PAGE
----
Approximately 1,000 nonprofit organizations are working on housing and homelessness issues in Washington State, and an estimated 10,000 board members lead them. When important decisions were being made in our state capitol, the voices of these influential and committed board members would have been sure to get the attention of lawmakers; but — with a few exceptions — they were missing from the conversation.

We decided that if we could engage those 10,000 board members and get them off the sidelines, we could change the conversation and the priorities.

So the Campion Foundation started a project in Washington State to encourage all nonprofit boards to do more advocacy work. While that effort produced many successes, we realized that we need to do more. If board members are really going to embrace their role as active and engaged advocates for their missions, we need to change the expectations that board members have about their role as leaders. That’s why we are working with BoardSource to spread the word.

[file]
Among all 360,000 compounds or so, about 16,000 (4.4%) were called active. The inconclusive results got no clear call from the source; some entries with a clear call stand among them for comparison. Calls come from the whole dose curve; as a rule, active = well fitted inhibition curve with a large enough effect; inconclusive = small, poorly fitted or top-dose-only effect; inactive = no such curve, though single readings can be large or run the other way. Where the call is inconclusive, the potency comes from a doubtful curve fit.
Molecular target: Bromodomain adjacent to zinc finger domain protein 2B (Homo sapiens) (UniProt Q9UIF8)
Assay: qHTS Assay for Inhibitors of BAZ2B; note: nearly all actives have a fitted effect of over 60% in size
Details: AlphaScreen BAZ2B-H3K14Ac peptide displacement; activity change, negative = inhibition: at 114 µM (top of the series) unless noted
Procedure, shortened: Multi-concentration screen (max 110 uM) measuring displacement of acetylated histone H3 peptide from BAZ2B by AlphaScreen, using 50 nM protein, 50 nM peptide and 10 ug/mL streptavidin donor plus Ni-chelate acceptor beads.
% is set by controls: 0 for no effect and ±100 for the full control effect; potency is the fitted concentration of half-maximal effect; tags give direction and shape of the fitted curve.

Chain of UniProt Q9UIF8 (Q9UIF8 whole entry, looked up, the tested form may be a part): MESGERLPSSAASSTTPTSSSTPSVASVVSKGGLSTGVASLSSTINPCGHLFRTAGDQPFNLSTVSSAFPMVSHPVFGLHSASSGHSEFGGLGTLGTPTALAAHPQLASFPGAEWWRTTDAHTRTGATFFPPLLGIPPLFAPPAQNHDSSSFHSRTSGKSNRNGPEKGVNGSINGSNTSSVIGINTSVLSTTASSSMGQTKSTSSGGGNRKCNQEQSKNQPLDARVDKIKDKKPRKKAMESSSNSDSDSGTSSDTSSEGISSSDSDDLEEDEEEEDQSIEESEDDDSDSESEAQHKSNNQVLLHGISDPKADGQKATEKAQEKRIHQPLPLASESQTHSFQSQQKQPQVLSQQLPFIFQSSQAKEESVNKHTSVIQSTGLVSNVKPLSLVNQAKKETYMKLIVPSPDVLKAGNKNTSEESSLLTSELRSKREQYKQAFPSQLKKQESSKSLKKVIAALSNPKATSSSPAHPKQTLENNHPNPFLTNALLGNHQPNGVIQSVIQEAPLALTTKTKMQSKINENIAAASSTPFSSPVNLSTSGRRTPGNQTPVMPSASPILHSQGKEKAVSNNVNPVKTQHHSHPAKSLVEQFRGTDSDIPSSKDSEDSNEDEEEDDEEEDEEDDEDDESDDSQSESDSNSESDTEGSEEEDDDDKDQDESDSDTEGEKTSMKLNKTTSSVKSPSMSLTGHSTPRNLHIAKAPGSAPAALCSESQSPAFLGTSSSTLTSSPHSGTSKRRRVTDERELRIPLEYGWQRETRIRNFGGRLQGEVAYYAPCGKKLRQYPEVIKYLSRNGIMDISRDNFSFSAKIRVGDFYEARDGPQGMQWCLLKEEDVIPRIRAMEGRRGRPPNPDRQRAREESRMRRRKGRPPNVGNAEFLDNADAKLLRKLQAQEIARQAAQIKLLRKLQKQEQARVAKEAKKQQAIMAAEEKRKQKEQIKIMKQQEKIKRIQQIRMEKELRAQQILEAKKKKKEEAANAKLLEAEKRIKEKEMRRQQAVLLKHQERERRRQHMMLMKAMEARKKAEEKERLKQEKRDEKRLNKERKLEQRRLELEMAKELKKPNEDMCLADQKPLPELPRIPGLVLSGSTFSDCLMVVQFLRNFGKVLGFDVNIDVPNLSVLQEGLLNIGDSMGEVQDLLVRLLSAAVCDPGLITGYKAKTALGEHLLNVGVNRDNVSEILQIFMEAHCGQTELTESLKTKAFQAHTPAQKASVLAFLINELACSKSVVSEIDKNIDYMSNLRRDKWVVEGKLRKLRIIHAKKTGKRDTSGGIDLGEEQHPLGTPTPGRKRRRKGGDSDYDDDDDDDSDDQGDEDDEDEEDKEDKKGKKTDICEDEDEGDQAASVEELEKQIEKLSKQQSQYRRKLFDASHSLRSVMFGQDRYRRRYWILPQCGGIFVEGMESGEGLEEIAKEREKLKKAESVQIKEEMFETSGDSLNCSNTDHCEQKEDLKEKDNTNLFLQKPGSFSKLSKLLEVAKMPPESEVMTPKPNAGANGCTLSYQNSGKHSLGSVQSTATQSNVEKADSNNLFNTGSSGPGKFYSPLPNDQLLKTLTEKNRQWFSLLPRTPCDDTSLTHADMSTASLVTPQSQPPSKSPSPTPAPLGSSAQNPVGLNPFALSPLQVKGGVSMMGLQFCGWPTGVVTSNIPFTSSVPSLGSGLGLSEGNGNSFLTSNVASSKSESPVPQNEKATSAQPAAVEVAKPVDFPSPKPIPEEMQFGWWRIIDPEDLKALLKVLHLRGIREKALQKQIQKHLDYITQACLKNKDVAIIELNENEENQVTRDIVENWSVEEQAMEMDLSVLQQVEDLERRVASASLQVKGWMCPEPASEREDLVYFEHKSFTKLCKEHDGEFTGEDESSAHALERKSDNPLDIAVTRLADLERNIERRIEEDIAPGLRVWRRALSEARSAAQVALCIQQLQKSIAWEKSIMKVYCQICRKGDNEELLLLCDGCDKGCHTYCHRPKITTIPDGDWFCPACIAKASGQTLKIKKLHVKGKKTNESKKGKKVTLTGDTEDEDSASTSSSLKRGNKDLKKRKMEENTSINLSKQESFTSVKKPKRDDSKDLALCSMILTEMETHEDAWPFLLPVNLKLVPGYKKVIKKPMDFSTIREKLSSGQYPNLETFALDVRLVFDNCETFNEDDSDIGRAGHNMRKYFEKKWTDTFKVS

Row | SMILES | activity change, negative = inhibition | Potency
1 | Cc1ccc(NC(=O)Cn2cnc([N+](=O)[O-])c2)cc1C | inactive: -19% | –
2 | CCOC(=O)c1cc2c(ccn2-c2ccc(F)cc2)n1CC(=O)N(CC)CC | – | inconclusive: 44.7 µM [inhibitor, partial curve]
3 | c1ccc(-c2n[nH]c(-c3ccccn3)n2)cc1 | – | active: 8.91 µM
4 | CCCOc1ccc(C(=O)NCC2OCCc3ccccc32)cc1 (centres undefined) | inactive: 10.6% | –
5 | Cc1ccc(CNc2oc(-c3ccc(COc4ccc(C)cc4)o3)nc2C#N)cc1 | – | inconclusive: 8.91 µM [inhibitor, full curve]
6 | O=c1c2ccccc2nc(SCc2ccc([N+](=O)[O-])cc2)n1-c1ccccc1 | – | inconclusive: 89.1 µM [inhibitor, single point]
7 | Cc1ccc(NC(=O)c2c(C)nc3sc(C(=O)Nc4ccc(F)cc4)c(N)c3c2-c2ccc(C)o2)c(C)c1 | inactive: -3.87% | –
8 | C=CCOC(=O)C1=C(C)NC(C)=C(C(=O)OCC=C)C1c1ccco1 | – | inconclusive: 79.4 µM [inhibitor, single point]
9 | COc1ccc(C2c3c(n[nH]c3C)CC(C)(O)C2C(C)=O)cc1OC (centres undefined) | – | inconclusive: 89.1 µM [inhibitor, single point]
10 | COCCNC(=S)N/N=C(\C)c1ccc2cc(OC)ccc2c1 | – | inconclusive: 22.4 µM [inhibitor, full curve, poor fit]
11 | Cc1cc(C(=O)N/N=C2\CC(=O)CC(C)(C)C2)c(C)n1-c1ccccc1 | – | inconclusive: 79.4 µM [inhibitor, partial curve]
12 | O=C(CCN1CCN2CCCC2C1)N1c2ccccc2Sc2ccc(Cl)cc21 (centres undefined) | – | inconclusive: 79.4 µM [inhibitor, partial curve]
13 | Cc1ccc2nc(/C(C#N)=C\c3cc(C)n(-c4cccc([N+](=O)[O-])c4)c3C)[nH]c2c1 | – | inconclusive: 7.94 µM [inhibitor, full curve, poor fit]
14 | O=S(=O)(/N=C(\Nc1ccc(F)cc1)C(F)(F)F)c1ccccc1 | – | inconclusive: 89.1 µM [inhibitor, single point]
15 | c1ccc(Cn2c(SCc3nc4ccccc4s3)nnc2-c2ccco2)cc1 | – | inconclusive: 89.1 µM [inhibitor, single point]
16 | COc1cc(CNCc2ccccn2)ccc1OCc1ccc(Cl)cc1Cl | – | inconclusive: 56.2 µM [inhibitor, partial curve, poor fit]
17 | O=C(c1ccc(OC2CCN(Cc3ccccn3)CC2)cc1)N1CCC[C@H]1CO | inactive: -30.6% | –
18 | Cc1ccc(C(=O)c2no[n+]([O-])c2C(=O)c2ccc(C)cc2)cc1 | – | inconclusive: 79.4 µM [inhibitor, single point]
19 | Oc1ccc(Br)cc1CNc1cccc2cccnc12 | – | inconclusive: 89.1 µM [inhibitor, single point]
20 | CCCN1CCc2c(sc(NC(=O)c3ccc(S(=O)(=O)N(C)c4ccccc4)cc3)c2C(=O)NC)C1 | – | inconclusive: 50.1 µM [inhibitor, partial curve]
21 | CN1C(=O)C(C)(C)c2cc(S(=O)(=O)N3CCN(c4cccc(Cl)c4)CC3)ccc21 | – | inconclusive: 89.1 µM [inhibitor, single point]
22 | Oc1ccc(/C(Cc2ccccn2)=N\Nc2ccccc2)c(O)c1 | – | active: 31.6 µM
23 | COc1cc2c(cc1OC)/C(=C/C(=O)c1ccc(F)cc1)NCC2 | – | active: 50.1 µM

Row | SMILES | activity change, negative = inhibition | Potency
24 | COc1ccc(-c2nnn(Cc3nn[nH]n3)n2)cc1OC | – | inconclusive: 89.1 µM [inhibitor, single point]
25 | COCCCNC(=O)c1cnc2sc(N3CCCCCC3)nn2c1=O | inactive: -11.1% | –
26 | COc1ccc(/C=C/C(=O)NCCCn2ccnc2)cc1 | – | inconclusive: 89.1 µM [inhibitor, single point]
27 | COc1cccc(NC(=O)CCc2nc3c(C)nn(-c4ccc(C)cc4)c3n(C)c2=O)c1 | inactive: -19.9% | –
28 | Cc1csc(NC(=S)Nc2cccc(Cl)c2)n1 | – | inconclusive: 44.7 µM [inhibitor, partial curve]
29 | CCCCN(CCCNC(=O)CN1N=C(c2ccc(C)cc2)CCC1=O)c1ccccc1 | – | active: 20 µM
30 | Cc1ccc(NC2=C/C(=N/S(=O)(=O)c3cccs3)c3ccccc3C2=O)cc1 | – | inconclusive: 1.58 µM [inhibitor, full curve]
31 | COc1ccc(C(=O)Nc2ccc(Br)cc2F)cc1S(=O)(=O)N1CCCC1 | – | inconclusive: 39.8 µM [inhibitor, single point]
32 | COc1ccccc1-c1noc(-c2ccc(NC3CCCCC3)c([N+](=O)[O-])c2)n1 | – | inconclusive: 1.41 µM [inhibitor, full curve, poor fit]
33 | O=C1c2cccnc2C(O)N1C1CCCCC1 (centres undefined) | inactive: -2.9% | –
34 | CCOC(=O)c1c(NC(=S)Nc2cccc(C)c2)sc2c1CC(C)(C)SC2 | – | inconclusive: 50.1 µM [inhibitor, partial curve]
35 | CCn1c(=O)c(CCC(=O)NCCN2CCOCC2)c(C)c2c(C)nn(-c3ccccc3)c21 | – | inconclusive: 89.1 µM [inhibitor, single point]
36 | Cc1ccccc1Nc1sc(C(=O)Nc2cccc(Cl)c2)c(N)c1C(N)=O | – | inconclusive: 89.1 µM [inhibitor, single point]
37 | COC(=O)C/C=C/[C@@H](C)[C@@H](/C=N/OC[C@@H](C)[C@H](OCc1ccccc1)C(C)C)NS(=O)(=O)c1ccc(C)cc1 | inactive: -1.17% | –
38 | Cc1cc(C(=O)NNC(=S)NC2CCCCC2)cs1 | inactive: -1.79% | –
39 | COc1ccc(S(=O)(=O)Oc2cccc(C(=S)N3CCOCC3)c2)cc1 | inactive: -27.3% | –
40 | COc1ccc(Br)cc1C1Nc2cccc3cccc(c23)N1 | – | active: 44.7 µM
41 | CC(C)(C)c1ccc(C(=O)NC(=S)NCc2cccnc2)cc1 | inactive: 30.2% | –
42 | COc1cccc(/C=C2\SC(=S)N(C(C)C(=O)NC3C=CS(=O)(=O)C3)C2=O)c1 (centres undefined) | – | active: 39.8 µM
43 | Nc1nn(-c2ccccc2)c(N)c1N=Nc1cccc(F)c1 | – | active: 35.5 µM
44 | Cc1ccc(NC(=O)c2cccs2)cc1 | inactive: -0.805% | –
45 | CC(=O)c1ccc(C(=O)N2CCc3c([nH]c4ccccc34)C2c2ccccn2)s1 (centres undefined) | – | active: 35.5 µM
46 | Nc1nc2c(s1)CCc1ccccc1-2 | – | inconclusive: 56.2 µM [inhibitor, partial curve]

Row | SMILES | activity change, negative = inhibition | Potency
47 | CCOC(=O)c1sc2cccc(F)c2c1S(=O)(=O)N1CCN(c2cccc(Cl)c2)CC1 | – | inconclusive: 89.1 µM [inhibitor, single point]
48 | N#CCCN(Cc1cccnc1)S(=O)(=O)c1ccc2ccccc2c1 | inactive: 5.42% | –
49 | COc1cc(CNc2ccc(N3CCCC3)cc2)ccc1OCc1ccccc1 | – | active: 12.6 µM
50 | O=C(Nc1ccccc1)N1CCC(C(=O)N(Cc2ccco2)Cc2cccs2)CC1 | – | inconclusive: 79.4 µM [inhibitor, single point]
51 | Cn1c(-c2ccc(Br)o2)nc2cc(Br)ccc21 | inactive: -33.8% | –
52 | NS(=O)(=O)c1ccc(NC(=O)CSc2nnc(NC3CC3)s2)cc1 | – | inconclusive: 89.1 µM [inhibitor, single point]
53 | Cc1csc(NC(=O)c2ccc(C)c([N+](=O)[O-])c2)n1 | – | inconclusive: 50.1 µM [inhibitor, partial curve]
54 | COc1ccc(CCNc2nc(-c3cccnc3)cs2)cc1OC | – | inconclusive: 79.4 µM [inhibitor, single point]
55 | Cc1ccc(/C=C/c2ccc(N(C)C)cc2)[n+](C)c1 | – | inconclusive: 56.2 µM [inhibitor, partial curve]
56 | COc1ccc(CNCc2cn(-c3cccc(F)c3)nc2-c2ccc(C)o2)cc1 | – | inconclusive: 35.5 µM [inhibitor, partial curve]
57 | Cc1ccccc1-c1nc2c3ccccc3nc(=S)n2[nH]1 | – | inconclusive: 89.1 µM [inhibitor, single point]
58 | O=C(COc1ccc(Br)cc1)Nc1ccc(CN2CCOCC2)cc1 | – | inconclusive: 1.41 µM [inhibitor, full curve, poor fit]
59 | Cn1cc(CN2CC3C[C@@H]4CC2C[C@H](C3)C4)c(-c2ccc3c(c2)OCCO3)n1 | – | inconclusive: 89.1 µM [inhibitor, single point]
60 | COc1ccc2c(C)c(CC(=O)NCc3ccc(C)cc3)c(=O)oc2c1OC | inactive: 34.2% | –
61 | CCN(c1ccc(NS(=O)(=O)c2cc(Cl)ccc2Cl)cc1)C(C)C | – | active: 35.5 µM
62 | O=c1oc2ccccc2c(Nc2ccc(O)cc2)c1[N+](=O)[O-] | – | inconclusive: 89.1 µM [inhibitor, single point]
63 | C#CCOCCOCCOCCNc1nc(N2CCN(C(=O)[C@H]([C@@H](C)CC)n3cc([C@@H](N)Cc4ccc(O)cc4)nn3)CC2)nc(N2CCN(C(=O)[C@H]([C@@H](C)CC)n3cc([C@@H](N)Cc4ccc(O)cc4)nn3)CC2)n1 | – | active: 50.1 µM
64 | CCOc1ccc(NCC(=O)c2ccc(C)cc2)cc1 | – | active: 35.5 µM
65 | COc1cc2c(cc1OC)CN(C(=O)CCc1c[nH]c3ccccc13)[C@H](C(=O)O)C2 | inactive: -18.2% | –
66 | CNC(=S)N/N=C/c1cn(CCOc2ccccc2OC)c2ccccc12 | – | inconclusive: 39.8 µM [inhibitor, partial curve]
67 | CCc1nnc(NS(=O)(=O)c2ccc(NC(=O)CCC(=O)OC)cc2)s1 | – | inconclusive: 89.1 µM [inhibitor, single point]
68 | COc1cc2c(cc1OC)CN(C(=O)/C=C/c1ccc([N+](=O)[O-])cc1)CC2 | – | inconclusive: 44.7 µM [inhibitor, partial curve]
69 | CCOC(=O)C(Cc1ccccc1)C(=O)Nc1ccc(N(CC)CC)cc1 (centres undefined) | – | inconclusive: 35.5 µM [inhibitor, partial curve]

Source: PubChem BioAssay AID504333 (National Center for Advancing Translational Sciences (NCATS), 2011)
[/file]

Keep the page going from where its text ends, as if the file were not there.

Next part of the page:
One third of the nonprofit sector’s revenue comes from government grants, fees, and contracts. Nonprofits and governments need each other, and advocacy is the path to ensure that political leaders understand the priorities and needs of the people served by nonprofits. If we ignore this reality, we are being truly reckless in our leadership of our organizations; any board would be remiss to ignore such a significant source of money that fuels the essential work done by its organization.

Advocacy isn’t hobbled just because board members don’t realize this is their duty; it is often stymied by foundations and other donors that don’t understand what’s allowed under the law or how much money nonprofits need to wage effective advocacy drives.